With Henderson, though, the Bruins have gone from contender to favorite to win their third Division 6 region title in four years.
The 6-foot-4, 223-pound Henderson threw for 2,403 yards and 27 touchdowns last season under his father, Eric, who was dismissed as coach in March. Caleb Henderson helped lead West Potomac to the Division 6 semifinals, where the Wolverines lost to then-unbeaten Westfield, 42-34.
Caleb Henderson and brother Jon, a senior linebacker, then transferred to Lake Braddock. Their father is an assistant coach there and also works at the school.
“The boys are doing well,” Eric Henderson said. “[The two schools] run very similar systems, so Caleb’s been able to come in and hit the ground running.”
Henderson has drawn keen intense from several schools from the ACC and Big Ten and has firm offers from Illinois, Michigan State, Old Dominion and Marshall, his father said.
“He’s just so big, has a cannon for an arm, understands the game,” Lake Braddock Coach Jim Poythress said.
Other notable players have switched uniforms, too. Junior running back-defensive back Jonathan Haden transferred to Friendship Collegiate from Carroll. Haden, who accumulated more than 1,000 offensive yards last season, had scholarship offers before he played his first high school game.
High Point Coach Andre Brown strutted down his school’s hallway last week and said something one wouldn’t expect to hear from the man in charge of a football team that has not won a game since November 2007.
“Everybody on our schedule, I think we’re gonna beat,” he said.
“. . . Now, people think I’m crazy, right?” he said. “But I think you have to be a little bit nutso to take a program that hasn’t won a game in five years and try to build it.”
Thirteen schools in The Post’s high school coverage area went winless in 2011. Anacostia has lost 13 straight. Falls Church hasn’t won in 17 games. It’s been 19 games since Brentsville tasted victory. Only two of those 13 teams also dropped every contest in 2009 and 2010, as well. Marriotts Ridge has lost 30 consecutive games.
But no team in the D.C. area possesses a losing streak as long as High Point’s. For 41 straight games, the Eagles have taken the field and walked away in defeat. Brown, who is entering his second season as the team’s coach, wasn’t around when the streak began. Neither were any of his players.
The neighborhood surrounding High Point is saturated with immigrants that have recently moved to the United States. Last year, the school taught students from 68 countries. The student body has a large Hispanic population, and Brown said the school’s baseball and soccer coaches have no problem finding talented players to fill their roster.
— Steve Yanda
The Capital Area Football Conference has added four D.C. public charter schools to its membership for a one-year probationary period. The conference now includes five public charter schools, which will vie this season for an automatic bid into the inaugural D.C. State Athletic Association playoffs, which were established in an attempt to have schools play for a true city championship.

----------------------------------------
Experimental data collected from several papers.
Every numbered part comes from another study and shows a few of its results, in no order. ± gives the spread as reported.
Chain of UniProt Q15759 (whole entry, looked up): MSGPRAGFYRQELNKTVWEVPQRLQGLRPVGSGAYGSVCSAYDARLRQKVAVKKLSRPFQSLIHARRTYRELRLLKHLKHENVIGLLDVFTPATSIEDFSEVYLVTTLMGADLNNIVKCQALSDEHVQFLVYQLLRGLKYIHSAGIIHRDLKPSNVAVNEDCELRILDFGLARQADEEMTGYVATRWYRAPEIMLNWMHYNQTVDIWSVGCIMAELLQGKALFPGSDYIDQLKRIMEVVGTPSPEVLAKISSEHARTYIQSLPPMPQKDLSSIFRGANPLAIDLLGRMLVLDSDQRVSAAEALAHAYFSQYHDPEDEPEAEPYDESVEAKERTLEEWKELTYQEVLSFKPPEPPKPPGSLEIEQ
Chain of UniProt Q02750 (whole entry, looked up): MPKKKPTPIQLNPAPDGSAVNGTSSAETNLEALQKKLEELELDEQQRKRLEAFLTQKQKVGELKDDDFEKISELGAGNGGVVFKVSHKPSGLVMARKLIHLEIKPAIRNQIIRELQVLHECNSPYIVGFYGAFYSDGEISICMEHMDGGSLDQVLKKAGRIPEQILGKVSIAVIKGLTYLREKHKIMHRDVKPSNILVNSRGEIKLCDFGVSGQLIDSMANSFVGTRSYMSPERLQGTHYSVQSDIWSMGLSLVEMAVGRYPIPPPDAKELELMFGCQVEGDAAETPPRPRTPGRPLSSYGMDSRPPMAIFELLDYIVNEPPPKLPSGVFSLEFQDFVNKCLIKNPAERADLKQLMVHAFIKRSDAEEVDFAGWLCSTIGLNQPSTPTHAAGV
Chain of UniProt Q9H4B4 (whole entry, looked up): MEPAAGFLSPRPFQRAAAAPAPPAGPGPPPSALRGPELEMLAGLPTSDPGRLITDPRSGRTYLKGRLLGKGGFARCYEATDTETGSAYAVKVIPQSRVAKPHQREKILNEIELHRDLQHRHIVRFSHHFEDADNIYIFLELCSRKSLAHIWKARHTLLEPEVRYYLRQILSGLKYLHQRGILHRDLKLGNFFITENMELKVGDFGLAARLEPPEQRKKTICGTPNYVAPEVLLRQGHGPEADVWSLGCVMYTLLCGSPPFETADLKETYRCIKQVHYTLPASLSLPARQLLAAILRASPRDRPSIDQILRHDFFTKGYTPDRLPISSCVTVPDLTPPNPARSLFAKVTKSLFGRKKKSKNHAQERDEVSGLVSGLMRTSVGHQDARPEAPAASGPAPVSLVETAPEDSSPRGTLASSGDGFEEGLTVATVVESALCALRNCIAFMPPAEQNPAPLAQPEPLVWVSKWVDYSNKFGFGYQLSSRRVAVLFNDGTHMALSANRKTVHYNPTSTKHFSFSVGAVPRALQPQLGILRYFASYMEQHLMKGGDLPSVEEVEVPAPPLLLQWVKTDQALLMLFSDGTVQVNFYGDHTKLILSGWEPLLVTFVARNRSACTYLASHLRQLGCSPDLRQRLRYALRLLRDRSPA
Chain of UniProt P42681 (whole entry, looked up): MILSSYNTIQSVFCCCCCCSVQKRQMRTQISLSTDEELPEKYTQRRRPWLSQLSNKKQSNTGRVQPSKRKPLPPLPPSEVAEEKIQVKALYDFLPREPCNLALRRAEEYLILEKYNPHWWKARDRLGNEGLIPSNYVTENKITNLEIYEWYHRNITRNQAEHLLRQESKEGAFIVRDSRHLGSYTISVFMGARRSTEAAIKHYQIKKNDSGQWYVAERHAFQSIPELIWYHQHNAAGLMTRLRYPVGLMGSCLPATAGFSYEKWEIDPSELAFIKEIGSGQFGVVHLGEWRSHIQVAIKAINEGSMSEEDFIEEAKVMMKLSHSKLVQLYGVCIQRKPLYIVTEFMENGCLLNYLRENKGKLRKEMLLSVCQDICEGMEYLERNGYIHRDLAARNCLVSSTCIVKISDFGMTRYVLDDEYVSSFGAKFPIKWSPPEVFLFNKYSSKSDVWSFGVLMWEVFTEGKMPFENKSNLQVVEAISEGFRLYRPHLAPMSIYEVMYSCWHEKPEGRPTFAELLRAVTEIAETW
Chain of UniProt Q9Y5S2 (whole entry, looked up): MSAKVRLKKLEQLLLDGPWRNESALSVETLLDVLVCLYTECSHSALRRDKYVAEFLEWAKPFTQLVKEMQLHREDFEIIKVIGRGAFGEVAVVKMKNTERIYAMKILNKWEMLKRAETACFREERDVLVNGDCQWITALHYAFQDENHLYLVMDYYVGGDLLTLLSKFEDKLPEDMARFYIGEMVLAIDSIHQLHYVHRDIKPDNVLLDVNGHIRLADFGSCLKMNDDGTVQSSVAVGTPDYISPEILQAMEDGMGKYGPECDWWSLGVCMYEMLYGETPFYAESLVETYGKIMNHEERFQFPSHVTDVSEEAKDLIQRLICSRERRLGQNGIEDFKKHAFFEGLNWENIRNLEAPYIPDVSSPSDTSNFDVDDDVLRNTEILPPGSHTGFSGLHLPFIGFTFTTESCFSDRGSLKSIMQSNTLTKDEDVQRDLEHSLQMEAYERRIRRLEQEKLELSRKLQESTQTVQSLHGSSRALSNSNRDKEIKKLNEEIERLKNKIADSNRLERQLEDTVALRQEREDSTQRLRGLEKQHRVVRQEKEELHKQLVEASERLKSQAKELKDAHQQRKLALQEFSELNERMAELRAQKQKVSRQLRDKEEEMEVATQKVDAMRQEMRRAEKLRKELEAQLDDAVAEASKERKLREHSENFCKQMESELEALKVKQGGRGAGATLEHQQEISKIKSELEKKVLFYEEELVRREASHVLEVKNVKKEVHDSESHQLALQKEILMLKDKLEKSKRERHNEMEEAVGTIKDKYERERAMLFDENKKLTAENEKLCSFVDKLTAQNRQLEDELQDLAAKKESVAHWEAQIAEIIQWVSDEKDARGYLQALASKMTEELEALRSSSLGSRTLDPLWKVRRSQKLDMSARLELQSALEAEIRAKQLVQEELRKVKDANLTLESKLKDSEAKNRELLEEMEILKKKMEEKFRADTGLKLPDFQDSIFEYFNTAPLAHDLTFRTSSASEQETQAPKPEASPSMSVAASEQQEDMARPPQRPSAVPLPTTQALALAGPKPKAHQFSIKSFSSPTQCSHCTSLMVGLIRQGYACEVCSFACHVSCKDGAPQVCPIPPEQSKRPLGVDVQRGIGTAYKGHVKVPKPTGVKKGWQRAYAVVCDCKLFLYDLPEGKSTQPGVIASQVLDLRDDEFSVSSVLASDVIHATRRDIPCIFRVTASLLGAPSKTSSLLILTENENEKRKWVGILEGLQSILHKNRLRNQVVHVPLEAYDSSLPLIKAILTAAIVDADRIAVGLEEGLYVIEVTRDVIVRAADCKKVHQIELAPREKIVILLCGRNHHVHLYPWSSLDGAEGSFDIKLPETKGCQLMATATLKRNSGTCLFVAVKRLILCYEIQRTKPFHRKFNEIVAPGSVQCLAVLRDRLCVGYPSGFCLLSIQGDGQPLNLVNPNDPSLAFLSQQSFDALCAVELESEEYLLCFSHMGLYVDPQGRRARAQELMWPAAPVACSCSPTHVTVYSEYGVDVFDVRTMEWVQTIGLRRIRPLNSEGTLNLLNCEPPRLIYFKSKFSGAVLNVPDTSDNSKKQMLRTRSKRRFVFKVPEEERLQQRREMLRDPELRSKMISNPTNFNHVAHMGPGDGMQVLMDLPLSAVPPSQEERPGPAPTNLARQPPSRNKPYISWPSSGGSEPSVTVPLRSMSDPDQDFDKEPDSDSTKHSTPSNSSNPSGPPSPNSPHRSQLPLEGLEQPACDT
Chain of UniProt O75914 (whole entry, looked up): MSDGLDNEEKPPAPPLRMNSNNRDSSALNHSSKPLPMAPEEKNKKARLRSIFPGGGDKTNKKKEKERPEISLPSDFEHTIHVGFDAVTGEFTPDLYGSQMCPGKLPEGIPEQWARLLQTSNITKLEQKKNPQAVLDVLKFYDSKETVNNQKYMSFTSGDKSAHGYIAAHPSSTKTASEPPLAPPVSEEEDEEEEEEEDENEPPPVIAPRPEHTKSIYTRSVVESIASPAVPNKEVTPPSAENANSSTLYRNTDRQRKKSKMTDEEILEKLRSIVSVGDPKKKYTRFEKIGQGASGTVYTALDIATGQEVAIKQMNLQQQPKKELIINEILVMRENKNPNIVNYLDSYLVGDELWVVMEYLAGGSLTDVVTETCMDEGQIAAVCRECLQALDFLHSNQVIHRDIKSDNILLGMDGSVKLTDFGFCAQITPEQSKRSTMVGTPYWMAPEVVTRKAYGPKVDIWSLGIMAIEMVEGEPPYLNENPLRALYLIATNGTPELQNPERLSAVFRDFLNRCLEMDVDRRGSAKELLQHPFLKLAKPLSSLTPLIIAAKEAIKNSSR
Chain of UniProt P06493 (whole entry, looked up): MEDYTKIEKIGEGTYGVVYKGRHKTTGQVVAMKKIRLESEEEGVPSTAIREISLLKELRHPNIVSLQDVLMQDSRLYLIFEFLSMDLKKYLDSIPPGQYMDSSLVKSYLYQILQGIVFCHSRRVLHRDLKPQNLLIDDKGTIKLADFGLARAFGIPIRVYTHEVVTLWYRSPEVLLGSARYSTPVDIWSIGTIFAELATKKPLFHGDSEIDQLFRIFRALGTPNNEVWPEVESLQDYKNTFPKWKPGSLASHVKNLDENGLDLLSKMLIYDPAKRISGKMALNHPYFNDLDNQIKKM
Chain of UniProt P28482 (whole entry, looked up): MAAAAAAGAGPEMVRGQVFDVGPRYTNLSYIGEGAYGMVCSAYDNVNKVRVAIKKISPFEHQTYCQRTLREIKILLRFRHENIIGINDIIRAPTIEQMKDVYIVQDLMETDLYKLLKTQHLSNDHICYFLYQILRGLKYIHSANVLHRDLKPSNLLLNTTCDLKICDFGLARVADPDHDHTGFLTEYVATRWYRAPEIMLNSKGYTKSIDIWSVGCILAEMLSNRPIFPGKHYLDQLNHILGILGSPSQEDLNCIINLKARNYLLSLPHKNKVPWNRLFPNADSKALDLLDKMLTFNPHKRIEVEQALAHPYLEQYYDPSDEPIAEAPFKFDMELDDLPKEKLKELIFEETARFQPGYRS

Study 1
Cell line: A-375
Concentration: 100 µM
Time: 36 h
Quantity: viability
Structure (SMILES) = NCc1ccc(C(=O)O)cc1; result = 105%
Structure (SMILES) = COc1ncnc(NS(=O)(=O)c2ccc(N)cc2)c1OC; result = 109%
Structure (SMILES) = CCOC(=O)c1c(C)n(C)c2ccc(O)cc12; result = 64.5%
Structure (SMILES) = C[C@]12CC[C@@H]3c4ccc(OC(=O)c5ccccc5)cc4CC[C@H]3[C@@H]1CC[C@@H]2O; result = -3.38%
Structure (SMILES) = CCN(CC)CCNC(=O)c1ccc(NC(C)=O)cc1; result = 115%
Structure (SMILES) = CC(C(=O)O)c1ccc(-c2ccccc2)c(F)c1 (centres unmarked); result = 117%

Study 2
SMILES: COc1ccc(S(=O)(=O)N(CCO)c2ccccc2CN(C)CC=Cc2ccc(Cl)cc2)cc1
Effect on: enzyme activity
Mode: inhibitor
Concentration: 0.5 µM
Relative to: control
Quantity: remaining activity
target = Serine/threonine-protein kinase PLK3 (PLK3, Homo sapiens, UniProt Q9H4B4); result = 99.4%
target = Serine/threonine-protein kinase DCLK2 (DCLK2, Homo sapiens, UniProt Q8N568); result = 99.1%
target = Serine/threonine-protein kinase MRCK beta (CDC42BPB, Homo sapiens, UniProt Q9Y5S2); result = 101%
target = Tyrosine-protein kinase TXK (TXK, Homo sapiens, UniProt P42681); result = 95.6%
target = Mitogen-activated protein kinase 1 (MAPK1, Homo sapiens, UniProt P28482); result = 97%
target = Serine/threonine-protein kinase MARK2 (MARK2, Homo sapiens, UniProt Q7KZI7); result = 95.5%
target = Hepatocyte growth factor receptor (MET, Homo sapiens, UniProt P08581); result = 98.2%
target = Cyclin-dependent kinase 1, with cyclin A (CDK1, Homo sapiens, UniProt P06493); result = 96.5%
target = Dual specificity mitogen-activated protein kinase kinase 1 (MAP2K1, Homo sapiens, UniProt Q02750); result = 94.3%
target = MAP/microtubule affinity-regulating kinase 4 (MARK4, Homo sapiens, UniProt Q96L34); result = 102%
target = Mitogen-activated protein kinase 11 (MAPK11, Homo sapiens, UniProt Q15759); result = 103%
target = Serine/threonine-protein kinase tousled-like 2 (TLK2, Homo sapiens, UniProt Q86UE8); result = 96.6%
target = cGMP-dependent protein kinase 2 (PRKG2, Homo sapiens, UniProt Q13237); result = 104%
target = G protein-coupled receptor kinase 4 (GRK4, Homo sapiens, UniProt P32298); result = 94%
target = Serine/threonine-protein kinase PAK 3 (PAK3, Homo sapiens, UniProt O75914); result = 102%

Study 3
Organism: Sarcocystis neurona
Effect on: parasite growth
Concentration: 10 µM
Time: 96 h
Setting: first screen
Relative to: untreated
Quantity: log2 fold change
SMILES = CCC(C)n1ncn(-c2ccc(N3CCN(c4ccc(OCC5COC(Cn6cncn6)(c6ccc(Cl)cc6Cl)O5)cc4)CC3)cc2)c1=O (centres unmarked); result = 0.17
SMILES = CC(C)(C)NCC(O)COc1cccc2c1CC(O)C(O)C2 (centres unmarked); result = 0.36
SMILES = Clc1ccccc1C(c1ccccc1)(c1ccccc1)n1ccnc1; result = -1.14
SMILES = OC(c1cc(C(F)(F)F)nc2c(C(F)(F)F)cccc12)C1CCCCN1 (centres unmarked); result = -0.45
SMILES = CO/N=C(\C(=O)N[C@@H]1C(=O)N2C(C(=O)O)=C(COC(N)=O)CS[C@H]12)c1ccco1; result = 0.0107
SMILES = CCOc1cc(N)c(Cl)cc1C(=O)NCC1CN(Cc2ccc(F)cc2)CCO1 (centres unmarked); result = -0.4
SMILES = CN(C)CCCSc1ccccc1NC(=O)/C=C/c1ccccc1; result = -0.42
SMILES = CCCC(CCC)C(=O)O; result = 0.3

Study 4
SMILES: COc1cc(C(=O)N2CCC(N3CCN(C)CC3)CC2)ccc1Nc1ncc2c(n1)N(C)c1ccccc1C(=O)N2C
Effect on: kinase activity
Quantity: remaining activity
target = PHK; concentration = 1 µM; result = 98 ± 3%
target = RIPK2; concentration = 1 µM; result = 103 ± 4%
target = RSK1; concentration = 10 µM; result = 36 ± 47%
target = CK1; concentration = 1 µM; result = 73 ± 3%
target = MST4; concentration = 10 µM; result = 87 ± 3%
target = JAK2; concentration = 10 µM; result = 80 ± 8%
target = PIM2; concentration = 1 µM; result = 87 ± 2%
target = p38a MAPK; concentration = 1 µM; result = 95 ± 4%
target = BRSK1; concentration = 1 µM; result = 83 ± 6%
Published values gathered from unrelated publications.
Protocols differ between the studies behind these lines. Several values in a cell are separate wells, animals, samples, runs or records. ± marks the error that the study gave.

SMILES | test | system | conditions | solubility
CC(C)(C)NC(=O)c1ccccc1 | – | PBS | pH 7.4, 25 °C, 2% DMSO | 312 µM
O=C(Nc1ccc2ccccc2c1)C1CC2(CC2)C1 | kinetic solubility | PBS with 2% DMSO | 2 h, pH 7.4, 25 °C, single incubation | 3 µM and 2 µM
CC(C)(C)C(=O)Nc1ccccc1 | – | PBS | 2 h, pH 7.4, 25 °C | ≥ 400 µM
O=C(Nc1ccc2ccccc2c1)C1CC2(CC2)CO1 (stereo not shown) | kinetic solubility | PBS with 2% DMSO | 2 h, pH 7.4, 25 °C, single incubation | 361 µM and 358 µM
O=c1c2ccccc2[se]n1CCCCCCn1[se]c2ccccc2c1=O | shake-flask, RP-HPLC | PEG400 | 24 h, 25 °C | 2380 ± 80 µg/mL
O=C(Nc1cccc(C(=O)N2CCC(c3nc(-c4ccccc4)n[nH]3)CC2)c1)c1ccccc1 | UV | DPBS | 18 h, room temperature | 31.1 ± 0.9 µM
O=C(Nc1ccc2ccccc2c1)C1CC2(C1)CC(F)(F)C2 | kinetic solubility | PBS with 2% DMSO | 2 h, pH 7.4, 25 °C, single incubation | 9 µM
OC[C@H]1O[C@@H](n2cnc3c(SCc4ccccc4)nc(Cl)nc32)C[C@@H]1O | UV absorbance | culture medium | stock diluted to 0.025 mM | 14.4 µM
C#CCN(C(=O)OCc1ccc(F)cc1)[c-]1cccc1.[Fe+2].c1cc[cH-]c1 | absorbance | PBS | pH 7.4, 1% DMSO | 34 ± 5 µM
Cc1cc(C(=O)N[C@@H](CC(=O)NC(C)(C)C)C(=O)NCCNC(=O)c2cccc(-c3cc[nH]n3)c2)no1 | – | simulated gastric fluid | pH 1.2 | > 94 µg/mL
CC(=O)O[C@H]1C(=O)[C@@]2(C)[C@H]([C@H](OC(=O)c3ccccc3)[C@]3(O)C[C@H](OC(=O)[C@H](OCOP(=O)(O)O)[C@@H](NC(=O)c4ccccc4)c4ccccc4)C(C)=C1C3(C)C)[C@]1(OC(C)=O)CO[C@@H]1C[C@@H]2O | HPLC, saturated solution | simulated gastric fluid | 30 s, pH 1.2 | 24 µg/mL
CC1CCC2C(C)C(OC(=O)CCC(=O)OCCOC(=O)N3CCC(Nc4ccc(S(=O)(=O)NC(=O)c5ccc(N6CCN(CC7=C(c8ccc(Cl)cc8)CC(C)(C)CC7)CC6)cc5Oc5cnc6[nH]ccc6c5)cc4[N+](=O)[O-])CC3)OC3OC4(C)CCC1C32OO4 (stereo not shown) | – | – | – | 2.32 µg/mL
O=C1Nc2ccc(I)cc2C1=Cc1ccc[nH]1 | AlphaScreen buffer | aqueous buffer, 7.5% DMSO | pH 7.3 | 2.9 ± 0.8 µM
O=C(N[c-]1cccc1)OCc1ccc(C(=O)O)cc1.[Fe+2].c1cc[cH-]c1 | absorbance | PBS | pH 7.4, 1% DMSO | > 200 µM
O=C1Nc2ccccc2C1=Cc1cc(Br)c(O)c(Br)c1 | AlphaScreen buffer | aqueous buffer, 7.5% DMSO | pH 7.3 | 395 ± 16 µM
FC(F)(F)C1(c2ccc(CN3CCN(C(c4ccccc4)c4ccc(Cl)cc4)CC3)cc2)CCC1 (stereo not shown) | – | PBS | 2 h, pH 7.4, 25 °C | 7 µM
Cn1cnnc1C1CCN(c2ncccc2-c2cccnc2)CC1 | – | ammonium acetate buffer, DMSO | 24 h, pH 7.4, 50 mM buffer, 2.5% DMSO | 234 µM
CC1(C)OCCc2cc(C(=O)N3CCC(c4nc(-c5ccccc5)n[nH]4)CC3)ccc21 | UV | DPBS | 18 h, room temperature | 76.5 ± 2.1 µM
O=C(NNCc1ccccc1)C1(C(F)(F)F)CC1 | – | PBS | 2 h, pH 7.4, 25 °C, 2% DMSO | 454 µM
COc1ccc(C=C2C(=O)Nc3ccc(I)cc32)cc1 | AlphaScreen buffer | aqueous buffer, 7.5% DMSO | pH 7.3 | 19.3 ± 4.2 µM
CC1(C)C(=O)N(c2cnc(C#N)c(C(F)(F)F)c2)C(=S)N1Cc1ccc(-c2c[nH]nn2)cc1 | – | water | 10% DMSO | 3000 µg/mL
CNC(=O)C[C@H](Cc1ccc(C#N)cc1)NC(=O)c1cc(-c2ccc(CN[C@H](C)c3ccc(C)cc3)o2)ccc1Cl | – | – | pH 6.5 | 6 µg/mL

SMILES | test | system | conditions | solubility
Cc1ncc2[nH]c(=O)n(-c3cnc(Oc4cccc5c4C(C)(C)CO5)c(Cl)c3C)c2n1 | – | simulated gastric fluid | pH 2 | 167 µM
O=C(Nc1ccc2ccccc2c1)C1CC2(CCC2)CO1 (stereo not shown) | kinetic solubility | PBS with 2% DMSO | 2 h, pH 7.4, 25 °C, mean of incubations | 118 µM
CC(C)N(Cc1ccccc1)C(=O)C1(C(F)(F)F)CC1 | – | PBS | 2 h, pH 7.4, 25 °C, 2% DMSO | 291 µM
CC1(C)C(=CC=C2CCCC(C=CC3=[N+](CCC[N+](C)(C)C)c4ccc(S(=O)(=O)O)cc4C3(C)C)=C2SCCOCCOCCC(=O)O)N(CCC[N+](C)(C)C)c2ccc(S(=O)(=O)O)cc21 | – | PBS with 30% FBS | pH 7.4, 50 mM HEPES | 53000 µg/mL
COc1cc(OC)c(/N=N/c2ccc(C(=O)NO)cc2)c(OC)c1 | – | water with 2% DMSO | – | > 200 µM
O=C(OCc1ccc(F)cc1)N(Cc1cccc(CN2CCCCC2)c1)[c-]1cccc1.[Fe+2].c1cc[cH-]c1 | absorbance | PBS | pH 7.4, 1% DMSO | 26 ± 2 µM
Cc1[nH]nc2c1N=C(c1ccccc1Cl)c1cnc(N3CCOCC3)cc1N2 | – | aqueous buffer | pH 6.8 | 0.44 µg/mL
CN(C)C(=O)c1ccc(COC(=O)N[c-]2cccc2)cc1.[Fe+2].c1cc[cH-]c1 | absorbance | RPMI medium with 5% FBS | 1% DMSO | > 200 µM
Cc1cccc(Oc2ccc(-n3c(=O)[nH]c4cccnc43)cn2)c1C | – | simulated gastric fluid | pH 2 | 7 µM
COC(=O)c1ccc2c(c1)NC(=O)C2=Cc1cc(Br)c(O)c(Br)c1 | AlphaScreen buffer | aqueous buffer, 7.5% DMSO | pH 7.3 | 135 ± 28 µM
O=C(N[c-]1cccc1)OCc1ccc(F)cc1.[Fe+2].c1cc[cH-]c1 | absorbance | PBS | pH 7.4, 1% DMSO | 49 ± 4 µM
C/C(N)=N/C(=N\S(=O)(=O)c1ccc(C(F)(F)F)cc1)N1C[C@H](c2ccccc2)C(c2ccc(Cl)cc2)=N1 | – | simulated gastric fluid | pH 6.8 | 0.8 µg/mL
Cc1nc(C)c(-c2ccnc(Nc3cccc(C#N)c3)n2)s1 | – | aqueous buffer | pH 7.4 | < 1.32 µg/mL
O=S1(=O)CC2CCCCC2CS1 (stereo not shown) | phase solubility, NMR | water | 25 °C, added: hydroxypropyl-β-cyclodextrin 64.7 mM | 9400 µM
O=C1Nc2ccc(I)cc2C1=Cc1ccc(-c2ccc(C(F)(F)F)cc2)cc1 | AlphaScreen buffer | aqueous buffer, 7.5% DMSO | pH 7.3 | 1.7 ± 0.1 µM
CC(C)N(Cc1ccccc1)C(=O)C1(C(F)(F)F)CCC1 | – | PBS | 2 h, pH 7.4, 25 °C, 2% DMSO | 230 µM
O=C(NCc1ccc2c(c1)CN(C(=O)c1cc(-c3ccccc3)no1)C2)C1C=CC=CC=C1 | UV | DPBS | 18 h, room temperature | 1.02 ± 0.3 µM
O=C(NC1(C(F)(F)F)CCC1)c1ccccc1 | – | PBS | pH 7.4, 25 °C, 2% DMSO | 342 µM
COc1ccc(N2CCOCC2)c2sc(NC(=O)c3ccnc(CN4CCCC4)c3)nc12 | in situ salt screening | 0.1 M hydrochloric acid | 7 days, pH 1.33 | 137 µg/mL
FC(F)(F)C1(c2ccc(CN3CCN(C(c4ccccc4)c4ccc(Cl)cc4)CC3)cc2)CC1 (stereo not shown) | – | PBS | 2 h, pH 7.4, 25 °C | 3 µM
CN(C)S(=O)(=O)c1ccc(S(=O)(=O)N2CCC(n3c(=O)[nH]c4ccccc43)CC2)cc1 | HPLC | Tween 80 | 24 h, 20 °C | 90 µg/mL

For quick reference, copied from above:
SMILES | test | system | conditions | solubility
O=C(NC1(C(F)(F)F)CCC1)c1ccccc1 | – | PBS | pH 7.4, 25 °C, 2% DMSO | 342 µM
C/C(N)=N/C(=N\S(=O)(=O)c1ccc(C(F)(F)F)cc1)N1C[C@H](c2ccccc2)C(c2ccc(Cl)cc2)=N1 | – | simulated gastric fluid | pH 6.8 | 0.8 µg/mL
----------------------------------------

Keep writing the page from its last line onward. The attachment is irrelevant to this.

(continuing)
The city’s private schools will largely remain on the sideline for now, as no Interstate Athletic Assocation or Mid-Atlantic Conference schools submitted the required eligibilty forms for football. Gonzaga of the Washington Catholic Athletic Conference could compete, while Carroll and St. John’s are approved but have chosen not to compete.
Cesar Chavez, KIPP, Maya Angelou and Options will join Perry St. Prep as charter schools that play in the CAFC. Perry St. Prep already was a member of the conference and, therefore, is not on probationary terms. The five charter schools will face each other this season, and the team with the best head-to-head record will earn an automatic bid into the DCSAA playoffs.
Formed in 2003, the CAFC now encompasses public, private and public charter schools, a unique set-up among D.C. area high school athletic associations.
For the 2012 season, the four new CAFC members will be placed into a division separate from the conference’s previous members: Perry St. Prep, Avalon, Model, Maryland School for the Deaf and Riverdale Baptist.
— Steve Yanda
Wise Coach DaLawn Parrish entered the preseason with the understanding that he likely wouldn’t have time to go over much situational football before his team opens the regular season Saturday against Franklin. New heat acclimation rules forced Maryland public school coaches to adapt their preseason plans, and the Pumas, coming off a nine-win campaign,will start the year with a reduced playbook and little to no experience, for example, running a two-minute offense.
“If we get into trouble that first week,” Parrish said, “then we’re probably in trouble.”
Teams in all sports were limited this season to one three-hour workout for each of the first five practice days, essentially eliminating two-a-day sessions this season and taking away hours of preseason practice time.
Some Maryland coaches expressed concern about the lost workouts, saying the changes hurt the players by taking away time needed to teach the fundamentals of blocking and tackling. Parrish was among the coaches who advocated starting the regular season a week later to give players more time to get ready, but the Maryland Public Secondary Schools Athletic Association ultimately chose not to alter the schedule.
While teams should catch up over the course of a 10-game regular season, less experienced squads, including defending 4A champ Old Mill, which returns just one defensive starter, could be in for a rough start as they ease into the season.
“We’ll cut down our offense, that’s what we’ll have to do,” said Magruder Coach Kevin Bernot, who takes over the Colonels after three seasons at Rockville. “For week one, we’re not going to be at 100 percent. We’re hoping by week two, week three we’ll be there.”
— Eric Detweiler